Can you help me understand my husband?

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Joined: 6 Apr 2009
Age: 50
Gender: Male
Posts: 261

12 May 2009, 5:50 am

I know this is a year old thread... but I thought worth adding.

the book "Alone Together: Making an Asperger Marriage Work" is written by the NT wife of an Aspie, they have been together over 17 years.

He also has a serious sports interest.... maybe a good connection with the material.


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Joined: 11 May 2009
Age: 61
Gender: Female
Posts: 1,323
Location: New Mexico, USA

13 May 2009, 8:09 am

Just from my gut...
YOU need to get professional advice & support and I'm always curious about why folks are so quick to suggest it for others without taking their own advice. It's not easy being in a relationship with an Aspie who is trying their heart out to keep things going, let alone one like the person you describe.

The letter is an excellent idea... but I'd keep it short, simple and ask him what would feel loving to him, what can he accept? Our wiring is different, what with hypersensitivities and scrambled inputs/processing... what seems loving to you may feel overwhelming and aggressive to him. But start simple, and if he responds allow the complexity of the letters grow gradually.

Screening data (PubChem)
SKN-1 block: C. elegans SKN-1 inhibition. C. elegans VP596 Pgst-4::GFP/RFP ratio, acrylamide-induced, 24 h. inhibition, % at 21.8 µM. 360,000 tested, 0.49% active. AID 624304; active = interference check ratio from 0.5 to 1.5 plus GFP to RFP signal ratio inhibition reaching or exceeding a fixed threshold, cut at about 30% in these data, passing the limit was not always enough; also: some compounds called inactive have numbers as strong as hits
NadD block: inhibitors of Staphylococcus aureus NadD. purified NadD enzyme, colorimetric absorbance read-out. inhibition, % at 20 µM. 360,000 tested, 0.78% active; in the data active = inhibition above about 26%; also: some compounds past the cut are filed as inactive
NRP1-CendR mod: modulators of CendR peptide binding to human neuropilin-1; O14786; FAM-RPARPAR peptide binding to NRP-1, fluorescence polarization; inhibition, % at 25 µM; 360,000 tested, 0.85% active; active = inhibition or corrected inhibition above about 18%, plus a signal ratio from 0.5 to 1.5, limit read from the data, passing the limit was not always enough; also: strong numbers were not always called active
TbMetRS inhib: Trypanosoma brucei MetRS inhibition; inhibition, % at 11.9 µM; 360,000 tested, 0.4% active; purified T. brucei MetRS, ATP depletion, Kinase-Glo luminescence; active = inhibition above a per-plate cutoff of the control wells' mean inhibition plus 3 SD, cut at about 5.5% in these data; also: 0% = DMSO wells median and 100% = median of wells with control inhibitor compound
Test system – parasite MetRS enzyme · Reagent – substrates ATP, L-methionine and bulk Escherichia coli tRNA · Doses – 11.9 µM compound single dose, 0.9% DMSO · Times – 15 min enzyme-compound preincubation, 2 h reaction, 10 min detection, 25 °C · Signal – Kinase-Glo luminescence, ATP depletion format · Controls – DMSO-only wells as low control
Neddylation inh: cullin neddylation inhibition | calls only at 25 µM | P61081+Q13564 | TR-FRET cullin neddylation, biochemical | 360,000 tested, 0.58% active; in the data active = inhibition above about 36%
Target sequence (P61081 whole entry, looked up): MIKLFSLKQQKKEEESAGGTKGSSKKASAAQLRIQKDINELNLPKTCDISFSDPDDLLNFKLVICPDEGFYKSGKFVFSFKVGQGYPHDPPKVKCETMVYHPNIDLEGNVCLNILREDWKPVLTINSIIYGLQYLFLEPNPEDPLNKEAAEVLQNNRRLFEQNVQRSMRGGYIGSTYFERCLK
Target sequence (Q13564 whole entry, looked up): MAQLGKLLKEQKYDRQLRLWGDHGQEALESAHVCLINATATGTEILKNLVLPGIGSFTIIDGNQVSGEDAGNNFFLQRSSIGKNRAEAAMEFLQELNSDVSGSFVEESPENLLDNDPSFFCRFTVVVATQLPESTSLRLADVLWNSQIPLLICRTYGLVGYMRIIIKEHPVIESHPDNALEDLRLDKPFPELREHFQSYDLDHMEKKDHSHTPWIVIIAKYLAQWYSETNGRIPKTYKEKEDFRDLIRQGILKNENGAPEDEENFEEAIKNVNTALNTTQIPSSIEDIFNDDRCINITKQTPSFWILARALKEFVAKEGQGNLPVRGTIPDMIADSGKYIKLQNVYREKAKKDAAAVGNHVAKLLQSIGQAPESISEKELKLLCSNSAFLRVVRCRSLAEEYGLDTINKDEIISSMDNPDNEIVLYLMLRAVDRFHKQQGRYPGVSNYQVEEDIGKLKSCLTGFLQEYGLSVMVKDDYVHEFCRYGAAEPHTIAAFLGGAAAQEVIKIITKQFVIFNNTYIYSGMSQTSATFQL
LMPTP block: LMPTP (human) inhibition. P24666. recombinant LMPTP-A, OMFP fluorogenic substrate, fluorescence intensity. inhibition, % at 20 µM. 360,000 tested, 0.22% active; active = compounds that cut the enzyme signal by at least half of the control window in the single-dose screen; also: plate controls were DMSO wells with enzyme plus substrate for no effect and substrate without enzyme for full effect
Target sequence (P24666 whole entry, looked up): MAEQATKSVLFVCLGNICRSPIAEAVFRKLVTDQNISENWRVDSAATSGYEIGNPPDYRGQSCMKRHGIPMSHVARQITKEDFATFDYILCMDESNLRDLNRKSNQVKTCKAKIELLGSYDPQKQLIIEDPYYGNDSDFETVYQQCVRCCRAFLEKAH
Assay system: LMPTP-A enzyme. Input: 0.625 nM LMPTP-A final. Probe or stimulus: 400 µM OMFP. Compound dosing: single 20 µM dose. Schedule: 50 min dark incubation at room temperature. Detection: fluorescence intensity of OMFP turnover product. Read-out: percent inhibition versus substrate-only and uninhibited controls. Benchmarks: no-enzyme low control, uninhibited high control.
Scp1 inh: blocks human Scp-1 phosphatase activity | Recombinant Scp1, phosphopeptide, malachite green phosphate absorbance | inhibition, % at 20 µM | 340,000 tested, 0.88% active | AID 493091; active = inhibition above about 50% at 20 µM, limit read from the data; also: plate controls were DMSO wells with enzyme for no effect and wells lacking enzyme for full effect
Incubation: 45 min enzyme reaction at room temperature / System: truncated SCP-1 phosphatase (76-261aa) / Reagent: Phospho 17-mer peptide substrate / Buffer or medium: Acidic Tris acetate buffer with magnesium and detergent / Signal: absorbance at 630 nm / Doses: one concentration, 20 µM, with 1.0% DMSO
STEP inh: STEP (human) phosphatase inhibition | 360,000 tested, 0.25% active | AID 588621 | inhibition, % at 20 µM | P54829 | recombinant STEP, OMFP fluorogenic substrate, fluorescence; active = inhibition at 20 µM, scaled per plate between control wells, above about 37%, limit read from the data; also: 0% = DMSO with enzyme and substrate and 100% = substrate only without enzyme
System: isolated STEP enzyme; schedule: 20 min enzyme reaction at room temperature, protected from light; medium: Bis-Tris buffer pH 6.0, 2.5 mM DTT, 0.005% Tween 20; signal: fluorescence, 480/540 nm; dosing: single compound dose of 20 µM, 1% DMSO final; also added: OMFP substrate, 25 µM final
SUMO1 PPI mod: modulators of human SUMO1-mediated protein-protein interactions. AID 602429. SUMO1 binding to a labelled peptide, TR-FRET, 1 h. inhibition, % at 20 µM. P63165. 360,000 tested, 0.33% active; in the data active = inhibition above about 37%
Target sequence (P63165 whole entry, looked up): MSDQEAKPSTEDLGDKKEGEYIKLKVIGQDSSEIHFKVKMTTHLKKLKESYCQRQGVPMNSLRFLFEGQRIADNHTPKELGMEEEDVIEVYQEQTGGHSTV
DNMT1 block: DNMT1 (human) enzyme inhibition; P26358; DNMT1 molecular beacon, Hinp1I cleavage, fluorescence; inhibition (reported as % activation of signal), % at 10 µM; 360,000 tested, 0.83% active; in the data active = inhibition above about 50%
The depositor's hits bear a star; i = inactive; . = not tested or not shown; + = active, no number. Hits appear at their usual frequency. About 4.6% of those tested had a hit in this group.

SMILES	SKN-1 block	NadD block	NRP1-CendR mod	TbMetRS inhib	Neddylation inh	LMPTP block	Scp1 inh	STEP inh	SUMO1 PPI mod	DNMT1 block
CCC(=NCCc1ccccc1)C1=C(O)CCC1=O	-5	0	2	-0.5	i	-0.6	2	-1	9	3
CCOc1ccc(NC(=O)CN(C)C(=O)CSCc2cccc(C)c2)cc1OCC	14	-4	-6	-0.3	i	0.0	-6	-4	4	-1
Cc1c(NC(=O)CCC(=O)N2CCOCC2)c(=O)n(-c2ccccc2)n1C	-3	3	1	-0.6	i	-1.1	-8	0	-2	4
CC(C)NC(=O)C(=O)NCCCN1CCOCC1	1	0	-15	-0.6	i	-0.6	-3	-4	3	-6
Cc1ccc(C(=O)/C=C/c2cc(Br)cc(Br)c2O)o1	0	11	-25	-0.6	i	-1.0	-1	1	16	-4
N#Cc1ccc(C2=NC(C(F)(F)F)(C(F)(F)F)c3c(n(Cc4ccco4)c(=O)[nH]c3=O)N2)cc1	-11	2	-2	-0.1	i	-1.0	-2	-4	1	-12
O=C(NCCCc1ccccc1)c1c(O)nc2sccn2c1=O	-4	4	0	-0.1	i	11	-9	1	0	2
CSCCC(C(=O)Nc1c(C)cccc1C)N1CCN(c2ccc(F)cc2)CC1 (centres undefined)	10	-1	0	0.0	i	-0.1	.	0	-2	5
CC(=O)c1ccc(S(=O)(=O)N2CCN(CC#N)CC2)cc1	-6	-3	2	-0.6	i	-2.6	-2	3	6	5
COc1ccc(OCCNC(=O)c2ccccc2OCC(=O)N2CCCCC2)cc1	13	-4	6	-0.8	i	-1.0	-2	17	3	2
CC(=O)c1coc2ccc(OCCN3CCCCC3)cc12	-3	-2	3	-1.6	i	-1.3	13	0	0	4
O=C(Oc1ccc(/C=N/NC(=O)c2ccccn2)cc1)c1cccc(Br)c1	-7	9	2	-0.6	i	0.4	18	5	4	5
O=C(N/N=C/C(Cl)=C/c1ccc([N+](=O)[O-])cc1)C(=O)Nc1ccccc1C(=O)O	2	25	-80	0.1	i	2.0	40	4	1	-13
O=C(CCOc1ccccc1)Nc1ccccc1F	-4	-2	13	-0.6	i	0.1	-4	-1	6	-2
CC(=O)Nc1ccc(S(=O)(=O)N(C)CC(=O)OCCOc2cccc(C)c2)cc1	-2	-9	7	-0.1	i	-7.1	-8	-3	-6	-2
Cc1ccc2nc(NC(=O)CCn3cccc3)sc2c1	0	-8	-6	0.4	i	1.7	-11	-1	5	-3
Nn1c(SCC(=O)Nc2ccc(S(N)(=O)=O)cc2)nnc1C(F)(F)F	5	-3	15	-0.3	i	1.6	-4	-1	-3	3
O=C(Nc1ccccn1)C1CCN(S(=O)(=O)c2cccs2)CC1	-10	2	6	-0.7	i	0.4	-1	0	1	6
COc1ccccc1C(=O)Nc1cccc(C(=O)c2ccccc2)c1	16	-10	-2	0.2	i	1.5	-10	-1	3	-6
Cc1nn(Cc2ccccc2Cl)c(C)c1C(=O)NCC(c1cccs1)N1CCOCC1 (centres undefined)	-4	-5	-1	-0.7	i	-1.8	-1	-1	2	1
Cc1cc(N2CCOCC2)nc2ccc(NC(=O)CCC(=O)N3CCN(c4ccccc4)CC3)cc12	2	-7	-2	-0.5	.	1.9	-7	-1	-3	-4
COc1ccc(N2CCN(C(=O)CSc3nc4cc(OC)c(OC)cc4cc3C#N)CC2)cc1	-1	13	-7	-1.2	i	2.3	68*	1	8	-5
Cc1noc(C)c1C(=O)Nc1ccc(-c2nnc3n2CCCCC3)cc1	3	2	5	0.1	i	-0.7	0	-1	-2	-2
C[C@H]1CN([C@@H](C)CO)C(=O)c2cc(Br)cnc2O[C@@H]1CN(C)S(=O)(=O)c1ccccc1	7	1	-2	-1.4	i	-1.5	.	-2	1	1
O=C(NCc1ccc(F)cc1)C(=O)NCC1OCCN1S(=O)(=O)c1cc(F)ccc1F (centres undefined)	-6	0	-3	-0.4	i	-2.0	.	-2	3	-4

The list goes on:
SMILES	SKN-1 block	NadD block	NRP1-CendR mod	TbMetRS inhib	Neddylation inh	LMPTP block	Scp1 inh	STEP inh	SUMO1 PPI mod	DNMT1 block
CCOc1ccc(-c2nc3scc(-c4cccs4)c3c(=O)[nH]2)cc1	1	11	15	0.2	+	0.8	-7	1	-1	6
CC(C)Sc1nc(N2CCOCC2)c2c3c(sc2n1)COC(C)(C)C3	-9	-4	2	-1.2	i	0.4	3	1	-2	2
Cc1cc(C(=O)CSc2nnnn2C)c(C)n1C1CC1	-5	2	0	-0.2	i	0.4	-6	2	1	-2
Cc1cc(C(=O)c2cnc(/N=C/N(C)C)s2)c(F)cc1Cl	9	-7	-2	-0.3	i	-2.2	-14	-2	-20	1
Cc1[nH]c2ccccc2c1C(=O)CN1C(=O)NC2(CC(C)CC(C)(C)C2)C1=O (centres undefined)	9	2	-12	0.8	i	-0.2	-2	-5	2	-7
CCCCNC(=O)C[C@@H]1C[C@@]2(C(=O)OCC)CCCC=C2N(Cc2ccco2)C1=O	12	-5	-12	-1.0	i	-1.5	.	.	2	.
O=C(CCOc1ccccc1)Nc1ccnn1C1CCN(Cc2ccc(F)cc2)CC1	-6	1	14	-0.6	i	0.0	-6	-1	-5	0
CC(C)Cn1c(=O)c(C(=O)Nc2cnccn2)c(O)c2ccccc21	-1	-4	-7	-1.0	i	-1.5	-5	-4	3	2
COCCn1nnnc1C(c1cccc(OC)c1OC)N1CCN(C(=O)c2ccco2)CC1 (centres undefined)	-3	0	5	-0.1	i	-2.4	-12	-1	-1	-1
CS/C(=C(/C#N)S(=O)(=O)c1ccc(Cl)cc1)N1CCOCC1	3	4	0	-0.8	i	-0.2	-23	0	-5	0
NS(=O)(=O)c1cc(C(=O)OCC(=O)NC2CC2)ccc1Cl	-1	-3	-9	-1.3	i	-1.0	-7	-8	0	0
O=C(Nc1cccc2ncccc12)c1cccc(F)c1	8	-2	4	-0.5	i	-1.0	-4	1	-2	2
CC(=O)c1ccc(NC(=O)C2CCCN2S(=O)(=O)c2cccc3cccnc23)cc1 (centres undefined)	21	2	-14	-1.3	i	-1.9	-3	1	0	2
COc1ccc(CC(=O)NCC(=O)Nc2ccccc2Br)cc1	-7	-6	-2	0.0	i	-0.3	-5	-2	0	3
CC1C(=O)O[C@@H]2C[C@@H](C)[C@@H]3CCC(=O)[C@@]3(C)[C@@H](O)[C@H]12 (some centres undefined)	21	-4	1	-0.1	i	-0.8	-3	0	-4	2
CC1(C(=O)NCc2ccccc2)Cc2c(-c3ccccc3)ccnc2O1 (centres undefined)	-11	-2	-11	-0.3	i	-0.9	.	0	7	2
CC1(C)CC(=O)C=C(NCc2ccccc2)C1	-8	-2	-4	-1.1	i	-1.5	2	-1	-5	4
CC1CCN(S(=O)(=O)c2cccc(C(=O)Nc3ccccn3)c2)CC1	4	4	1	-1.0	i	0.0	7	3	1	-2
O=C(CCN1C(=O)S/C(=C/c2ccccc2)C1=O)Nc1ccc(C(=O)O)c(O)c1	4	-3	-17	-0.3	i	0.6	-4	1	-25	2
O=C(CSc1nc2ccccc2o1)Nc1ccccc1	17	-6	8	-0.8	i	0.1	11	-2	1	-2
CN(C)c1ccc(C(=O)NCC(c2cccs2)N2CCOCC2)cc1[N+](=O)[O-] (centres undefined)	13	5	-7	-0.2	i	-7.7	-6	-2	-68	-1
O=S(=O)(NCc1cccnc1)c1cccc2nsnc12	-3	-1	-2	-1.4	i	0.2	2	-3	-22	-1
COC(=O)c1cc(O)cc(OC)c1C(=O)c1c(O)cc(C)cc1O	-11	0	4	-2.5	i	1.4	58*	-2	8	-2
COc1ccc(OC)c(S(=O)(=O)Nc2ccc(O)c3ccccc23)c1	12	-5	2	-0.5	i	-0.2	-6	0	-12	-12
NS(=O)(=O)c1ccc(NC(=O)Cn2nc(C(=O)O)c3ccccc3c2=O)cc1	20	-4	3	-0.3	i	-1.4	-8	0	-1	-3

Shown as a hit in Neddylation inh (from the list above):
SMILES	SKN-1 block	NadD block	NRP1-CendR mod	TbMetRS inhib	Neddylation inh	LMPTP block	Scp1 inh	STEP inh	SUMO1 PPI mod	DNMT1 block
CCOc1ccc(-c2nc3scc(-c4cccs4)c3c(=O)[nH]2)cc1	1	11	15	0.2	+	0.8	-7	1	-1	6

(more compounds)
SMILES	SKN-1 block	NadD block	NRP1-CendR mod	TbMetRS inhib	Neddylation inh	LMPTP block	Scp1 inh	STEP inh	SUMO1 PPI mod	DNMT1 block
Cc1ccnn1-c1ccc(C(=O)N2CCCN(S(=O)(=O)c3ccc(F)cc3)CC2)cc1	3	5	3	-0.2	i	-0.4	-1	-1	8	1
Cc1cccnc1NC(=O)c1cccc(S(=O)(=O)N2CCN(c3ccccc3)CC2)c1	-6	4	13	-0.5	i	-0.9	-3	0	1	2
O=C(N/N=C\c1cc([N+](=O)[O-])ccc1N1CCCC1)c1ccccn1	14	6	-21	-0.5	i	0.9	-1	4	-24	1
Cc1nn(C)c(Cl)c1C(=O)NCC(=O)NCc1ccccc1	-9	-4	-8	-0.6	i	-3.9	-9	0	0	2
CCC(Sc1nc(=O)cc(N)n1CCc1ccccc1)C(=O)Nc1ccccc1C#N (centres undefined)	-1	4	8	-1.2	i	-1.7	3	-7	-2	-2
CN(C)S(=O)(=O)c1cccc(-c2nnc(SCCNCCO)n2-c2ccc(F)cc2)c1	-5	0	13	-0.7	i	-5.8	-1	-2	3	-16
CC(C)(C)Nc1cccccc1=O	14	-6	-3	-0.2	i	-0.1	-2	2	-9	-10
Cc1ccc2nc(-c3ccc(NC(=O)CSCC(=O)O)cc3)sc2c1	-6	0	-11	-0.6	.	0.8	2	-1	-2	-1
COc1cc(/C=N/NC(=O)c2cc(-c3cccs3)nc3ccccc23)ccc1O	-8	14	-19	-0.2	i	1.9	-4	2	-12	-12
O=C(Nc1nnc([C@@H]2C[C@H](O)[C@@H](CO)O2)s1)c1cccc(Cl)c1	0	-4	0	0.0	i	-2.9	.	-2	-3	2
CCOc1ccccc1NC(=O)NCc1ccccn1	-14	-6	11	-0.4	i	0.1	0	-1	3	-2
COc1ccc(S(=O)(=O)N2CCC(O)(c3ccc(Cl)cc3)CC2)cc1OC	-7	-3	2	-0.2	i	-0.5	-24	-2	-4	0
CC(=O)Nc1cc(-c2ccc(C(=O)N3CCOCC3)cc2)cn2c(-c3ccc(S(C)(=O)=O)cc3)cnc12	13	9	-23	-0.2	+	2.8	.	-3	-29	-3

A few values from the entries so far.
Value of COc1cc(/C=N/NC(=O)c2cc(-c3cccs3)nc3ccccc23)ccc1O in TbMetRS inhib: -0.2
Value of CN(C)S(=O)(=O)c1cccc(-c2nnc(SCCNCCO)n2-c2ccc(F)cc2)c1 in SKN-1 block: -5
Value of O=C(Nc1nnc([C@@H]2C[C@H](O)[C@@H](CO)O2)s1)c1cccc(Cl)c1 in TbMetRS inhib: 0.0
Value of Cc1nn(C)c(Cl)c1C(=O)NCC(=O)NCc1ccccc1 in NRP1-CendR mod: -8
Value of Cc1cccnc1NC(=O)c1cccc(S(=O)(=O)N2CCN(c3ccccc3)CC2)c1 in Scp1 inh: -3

I know I do best with concrete statements... I mean, really what is love? It's different for everyone, near as I can figure. To someone with an emotional disability the word really means little. I love chocolate and I love my partner, but they each require a different interaction (at least that's been my observation so far LOL).

I would so not leave the books lying around... that's tricky and he'll pick up on the deceit. Educate yourself, but don't try and trick him or lay traps for him. Really, really don't. Act on your new knowledge by exploring through questioning, not delivering a diagnosis or categorizing him.

The things you want of him may not be a realistic expectation, in terms of traveling and parties. But perhaps, if he will respond to a note from you, you could work up to shared, quiet activities (here I'm thinking early morning walks, before sensory stimulation becomes overwhelming outside or gardening together).

Take an objective look at the environment he keeps himself in... dark? predictable? quiet but for the monitor? Whatever is there is the level of stimulation he can handle...

Are you a chatty sort of person? Do you try to 'bring him out of his shell' by talking a lot? That drives me right up a wall and I will avoid that person in future.

You may need to make a lot of adjustments to enable him to come out of his 'cave'... if he will. Keeping windows covered, minimizing the talking, quieting your movements... like I said, you need to get professional support, because these may be unreasonable and oppressive restrictions, creating unhealth in you...

Good luck,